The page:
Archaeology is no longer just for archaeologists; a Bar Ilan University initiative is leading experts and volunteers on the excavation of the Biblical city of Libnah, or Tel Burna as it is known today. Take a look at what they found.
They still haven't found the slingshot -- maybe you will?
Archaeologists in Israel are busy excavating huge, fortified structures in the Biblical city of Libnah, which overlooks the Philistine capital of Gath, home to the tale of David famously slaying the giant Goliath with a well-slung stone.
And they could use a little help.
"One of our goals is to open the excavation to the public," Itzhaq Shai, program director of the Tel Burna Excavation Project, told FoxNews.com. "Unlike most excavations, we are looking for people come to participate for even just a few hours. Hopefully they will be captivated and come back."
Archaeology is no longer just for archaeologists, it seems; the initiative by Bar Ilan University is leading experts and volunteers on the excavation of the Biblical Judean city, known today as Tel Burna.
60 billion alien planets could support life, study suggests
Religious history: Archaeologists study life during Biblical times
Archaeologists Excavate Biblical Giant Goliath's Hometown
End of an era? PC sales continue to collapse
First images of our solar system's tail revealed
Earliest alphabetical inscription from Biblical times found in Jerusalem
Pharaoh's sphinx paws found in Israel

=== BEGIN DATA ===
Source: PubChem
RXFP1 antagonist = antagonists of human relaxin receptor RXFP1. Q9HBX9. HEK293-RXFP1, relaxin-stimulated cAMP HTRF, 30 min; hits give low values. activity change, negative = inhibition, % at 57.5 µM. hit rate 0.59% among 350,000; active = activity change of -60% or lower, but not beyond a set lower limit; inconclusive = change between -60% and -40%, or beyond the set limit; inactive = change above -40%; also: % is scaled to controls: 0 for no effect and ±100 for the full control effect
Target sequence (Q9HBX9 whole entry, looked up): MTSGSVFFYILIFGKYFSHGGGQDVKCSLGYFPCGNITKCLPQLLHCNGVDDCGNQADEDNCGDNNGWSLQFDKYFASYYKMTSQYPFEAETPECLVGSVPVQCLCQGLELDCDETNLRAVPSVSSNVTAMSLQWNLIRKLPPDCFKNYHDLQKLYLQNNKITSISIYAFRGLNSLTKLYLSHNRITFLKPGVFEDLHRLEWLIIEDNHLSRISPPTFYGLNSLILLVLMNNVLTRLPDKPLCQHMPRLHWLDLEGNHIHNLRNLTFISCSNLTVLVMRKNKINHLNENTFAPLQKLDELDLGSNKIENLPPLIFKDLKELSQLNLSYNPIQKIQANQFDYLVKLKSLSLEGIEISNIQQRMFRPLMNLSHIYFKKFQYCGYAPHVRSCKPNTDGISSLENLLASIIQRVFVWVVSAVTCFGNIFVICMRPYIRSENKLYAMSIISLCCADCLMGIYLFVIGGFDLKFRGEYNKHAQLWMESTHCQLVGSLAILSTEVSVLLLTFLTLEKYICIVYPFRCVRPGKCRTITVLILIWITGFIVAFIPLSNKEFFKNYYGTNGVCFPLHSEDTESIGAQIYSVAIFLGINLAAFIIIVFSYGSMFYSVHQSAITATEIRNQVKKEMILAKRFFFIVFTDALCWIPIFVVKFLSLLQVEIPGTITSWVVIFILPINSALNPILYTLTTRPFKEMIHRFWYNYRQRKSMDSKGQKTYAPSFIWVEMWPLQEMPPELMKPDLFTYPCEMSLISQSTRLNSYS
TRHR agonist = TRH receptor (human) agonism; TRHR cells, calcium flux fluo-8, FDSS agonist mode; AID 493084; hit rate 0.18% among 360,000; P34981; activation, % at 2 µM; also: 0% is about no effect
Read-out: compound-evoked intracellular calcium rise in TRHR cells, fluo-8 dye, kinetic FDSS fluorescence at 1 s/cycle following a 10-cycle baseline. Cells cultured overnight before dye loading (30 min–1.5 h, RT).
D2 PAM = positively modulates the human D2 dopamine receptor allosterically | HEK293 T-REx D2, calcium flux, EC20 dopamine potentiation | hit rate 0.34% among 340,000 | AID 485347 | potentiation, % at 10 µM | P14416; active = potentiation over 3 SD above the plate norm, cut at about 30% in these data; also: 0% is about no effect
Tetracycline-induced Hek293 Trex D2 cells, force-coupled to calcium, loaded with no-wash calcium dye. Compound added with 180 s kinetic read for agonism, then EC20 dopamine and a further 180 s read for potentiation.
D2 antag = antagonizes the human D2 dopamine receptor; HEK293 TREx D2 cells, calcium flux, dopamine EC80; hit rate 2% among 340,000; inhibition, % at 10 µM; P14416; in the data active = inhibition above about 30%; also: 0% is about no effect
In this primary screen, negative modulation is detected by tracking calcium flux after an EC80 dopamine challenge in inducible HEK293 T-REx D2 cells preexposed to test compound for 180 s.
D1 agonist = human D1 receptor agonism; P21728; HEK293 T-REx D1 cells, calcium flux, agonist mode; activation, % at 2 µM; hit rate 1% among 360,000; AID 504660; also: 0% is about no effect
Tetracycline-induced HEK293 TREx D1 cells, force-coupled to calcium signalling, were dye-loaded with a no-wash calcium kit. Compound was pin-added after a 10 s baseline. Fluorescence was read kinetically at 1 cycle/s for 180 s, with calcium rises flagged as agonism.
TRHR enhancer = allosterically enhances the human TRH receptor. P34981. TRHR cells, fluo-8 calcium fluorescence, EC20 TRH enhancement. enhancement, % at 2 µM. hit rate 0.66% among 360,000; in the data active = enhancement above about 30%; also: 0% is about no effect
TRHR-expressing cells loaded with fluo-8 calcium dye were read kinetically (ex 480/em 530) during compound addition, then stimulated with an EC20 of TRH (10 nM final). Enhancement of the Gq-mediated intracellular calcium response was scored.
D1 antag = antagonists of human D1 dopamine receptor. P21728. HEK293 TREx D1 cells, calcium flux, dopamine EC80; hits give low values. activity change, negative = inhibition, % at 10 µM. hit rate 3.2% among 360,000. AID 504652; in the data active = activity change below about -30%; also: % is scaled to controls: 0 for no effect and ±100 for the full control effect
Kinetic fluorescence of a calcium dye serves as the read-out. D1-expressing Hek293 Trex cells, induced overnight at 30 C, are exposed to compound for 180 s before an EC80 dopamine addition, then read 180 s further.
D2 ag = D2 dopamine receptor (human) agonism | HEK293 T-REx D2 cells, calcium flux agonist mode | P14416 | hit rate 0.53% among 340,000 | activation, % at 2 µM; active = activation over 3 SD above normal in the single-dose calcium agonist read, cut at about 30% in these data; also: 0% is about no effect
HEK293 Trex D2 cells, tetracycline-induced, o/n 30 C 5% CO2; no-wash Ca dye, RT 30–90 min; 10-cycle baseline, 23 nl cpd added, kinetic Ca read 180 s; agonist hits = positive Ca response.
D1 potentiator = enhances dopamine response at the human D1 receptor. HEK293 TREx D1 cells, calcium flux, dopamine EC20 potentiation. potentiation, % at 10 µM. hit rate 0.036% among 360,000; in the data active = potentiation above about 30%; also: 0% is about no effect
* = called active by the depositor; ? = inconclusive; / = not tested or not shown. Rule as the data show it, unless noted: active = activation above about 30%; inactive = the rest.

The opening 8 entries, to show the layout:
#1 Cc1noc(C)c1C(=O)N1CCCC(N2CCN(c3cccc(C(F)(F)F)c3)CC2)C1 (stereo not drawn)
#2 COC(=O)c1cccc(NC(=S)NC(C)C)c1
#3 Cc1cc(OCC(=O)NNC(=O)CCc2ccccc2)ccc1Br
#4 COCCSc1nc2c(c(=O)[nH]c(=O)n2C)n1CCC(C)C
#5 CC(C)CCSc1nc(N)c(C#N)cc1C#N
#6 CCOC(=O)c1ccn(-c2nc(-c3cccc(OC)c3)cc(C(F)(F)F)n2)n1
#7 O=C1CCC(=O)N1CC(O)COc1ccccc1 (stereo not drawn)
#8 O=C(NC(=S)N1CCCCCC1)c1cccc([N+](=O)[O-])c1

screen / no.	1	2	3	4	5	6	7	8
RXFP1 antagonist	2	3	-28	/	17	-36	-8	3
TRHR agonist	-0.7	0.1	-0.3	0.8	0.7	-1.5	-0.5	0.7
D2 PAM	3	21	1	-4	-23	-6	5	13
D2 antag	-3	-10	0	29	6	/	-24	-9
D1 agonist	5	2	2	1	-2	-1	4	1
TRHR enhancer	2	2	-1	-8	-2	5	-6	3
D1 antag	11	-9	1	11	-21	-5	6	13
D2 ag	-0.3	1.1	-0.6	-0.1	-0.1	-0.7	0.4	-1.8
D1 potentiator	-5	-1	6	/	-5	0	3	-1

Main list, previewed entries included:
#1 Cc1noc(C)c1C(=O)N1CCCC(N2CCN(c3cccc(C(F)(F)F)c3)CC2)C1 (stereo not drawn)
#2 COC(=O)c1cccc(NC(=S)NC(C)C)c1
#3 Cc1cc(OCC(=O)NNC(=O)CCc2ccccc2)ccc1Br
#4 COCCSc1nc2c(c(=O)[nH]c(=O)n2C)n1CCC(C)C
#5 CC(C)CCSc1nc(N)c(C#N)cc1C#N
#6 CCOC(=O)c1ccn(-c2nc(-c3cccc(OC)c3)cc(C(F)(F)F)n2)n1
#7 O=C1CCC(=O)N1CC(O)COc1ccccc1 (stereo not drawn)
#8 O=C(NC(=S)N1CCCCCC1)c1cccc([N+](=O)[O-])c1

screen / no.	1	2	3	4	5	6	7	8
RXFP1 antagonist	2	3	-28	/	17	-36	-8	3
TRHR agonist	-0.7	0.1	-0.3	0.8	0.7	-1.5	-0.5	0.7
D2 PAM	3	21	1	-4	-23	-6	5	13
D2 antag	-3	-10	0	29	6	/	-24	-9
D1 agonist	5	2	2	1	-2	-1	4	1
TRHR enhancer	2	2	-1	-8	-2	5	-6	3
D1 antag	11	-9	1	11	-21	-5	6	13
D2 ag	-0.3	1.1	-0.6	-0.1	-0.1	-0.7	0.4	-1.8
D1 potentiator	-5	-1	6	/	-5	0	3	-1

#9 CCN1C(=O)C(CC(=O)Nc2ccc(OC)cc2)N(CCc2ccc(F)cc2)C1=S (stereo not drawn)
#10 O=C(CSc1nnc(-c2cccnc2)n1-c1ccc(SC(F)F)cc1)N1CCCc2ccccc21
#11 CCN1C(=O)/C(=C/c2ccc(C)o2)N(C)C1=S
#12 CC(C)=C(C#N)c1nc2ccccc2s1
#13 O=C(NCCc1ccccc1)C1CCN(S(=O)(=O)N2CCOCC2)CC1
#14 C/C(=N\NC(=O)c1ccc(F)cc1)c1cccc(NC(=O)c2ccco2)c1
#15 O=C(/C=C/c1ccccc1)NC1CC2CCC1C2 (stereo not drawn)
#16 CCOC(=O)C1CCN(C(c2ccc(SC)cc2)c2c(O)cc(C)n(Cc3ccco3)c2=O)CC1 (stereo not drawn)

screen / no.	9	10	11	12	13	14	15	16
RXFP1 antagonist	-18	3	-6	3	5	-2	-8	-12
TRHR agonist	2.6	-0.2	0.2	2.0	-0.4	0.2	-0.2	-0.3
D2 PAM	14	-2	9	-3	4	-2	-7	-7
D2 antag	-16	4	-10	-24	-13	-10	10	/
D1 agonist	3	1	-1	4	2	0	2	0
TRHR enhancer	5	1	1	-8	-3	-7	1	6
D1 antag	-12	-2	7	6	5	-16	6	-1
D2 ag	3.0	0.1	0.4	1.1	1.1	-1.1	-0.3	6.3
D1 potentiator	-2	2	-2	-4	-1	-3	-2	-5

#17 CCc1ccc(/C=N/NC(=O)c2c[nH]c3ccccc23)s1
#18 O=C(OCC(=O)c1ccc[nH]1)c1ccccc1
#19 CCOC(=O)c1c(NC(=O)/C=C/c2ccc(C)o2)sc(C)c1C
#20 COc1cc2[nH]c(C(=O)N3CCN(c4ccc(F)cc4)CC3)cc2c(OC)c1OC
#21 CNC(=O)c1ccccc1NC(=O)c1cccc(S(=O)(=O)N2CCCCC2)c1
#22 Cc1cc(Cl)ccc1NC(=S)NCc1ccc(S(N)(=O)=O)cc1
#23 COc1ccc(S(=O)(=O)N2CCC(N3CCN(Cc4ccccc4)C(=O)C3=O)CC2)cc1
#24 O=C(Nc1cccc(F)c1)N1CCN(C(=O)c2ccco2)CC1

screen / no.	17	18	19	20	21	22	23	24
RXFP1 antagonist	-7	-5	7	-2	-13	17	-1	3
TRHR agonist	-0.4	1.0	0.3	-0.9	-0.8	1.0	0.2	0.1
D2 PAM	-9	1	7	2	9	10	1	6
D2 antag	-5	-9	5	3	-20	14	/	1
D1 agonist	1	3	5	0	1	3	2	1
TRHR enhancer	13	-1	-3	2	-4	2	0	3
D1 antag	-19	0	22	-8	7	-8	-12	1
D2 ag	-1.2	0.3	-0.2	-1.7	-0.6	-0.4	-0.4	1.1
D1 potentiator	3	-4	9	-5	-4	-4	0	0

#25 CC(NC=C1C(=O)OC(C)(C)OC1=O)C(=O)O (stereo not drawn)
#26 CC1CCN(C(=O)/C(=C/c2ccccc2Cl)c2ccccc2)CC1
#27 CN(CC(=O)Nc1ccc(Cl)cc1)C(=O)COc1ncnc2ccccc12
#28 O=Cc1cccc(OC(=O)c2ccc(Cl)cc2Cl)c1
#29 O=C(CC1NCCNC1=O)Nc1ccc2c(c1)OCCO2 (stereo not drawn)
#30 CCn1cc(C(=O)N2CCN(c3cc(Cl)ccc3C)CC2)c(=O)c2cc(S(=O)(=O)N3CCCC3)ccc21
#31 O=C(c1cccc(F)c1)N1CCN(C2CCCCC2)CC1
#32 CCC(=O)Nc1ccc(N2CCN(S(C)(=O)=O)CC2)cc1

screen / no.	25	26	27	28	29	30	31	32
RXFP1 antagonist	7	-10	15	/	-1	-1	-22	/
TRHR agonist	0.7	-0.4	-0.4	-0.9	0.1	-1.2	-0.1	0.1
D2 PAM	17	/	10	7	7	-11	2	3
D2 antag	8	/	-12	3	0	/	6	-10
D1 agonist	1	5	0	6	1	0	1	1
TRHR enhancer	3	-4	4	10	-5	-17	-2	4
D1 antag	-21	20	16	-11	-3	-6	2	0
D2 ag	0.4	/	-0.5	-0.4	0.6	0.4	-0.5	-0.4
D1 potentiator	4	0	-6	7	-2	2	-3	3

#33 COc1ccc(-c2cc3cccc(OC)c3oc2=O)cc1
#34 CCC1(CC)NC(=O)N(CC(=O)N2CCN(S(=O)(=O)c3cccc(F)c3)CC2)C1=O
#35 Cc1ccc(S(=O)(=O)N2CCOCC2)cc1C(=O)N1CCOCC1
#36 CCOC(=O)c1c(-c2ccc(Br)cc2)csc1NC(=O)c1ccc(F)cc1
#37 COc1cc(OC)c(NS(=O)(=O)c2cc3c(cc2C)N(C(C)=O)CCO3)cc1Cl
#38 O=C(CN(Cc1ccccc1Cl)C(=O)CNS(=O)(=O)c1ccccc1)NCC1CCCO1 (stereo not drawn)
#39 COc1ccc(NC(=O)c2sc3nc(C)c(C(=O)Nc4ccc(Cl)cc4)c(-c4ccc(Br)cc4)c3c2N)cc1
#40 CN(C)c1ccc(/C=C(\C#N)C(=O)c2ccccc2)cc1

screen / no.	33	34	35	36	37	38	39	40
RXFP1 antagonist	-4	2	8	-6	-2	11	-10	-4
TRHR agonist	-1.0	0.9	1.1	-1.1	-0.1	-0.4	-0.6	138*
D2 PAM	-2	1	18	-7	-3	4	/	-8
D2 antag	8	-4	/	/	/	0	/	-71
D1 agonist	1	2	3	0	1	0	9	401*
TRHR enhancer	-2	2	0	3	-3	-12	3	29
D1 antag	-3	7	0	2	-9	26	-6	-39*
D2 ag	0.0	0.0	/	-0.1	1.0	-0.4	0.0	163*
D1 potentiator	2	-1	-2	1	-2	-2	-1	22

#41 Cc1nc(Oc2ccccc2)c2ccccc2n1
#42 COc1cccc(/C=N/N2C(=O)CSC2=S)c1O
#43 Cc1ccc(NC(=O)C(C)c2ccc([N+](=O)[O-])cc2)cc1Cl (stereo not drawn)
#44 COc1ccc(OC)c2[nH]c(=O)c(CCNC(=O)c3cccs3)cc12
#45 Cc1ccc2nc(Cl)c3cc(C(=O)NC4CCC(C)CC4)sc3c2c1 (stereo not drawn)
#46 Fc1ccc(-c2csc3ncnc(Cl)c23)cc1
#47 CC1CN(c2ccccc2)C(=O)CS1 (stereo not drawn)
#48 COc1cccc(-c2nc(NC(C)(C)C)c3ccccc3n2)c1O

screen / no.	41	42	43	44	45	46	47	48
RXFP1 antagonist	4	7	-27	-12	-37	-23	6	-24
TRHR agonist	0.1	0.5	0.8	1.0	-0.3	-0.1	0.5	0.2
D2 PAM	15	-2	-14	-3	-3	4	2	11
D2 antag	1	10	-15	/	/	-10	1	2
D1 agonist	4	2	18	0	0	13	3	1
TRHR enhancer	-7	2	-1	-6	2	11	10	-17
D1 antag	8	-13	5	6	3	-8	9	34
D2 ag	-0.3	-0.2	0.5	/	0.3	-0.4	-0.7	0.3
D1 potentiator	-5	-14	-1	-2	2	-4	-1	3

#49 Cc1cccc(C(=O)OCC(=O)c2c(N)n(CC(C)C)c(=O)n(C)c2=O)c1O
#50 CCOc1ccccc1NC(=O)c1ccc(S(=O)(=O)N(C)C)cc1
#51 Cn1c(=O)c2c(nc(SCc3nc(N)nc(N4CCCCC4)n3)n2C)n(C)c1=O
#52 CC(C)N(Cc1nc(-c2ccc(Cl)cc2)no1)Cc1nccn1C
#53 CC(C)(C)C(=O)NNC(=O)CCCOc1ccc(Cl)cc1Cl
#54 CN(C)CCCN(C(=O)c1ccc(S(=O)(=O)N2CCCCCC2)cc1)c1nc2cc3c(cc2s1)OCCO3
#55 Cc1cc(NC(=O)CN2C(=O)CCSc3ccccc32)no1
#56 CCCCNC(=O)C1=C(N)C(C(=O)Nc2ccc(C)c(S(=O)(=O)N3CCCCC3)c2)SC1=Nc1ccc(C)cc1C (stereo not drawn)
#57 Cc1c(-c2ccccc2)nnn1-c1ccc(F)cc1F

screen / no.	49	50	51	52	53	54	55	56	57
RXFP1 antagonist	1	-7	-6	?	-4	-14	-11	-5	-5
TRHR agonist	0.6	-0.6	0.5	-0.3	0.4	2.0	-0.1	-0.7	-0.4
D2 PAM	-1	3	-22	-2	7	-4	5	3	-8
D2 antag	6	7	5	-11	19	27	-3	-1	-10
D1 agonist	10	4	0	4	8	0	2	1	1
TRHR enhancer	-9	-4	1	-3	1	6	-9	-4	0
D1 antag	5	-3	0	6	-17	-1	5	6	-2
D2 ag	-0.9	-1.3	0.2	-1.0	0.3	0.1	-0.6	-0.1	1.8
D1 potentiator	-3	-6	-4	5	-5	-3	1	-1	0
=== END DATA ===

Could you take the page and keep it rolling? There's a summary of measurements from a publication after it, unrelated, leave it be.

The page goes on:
The site of Tel Burna is about an hour drive from Jerusalem and is thought to have served during the Iron Age as a border city between the kingdoms of Judah and the Philistines -- a people remembered chiefly as the bad guys of the Hebrew Bible. The site has been well known since the middle of the 19th century, but excavations only began in 2009.
"No one excavated Tel Burna before because they didn't think there would be too much to find," Shai said.
It appears they were wrong. Since beginning the dig, Shai and his team have uncovered huge fortifications, building structures, idols, decanters, human and animal remains, and pottery with the seal of Judah from the 7th and 8th centuries B.C.E.
"We found jar handles with the stamped seal that is unique to the administration of Judah in the 7th century," Shai explained. "Because of this, we are able to identify the [human] remains we found as belonging to the administration of the kingdoms of Judah."
"We believe Tel Burna to be the Biblical Libnah for a number of reasons," Shai explains. "Based on the location of the site, the dates of the artifacts we found and the very nice architectural elements that date to the 7th century; adding this all together we believe it to be Libnah."
Recently, a group of high school graduates from Canada participated in a dig at the Tel Burna site
"I've always wanted to go on an archaeological dig," Jordanna Miller told the Canadian Jewish News. "During the dig I was helping to break down a barrier between areas to uncover a wall. We found lots of pottery shards and some bones. We found the jaw of a goat in three pieces and a rather large storage jar. It was hard work and a lot of manual labor but amazing and I would love to do it again."
"Our jobs included digging for ancient artifacts, sifting through the dirt and dusting off rocks," student Ami Moyal told FoxNews.com.
Shai is glad to share the spotlight on the findings; he says people from all over the world volunteer to excavate.
"One of the reasons I chose my job is I get to make the past come alive."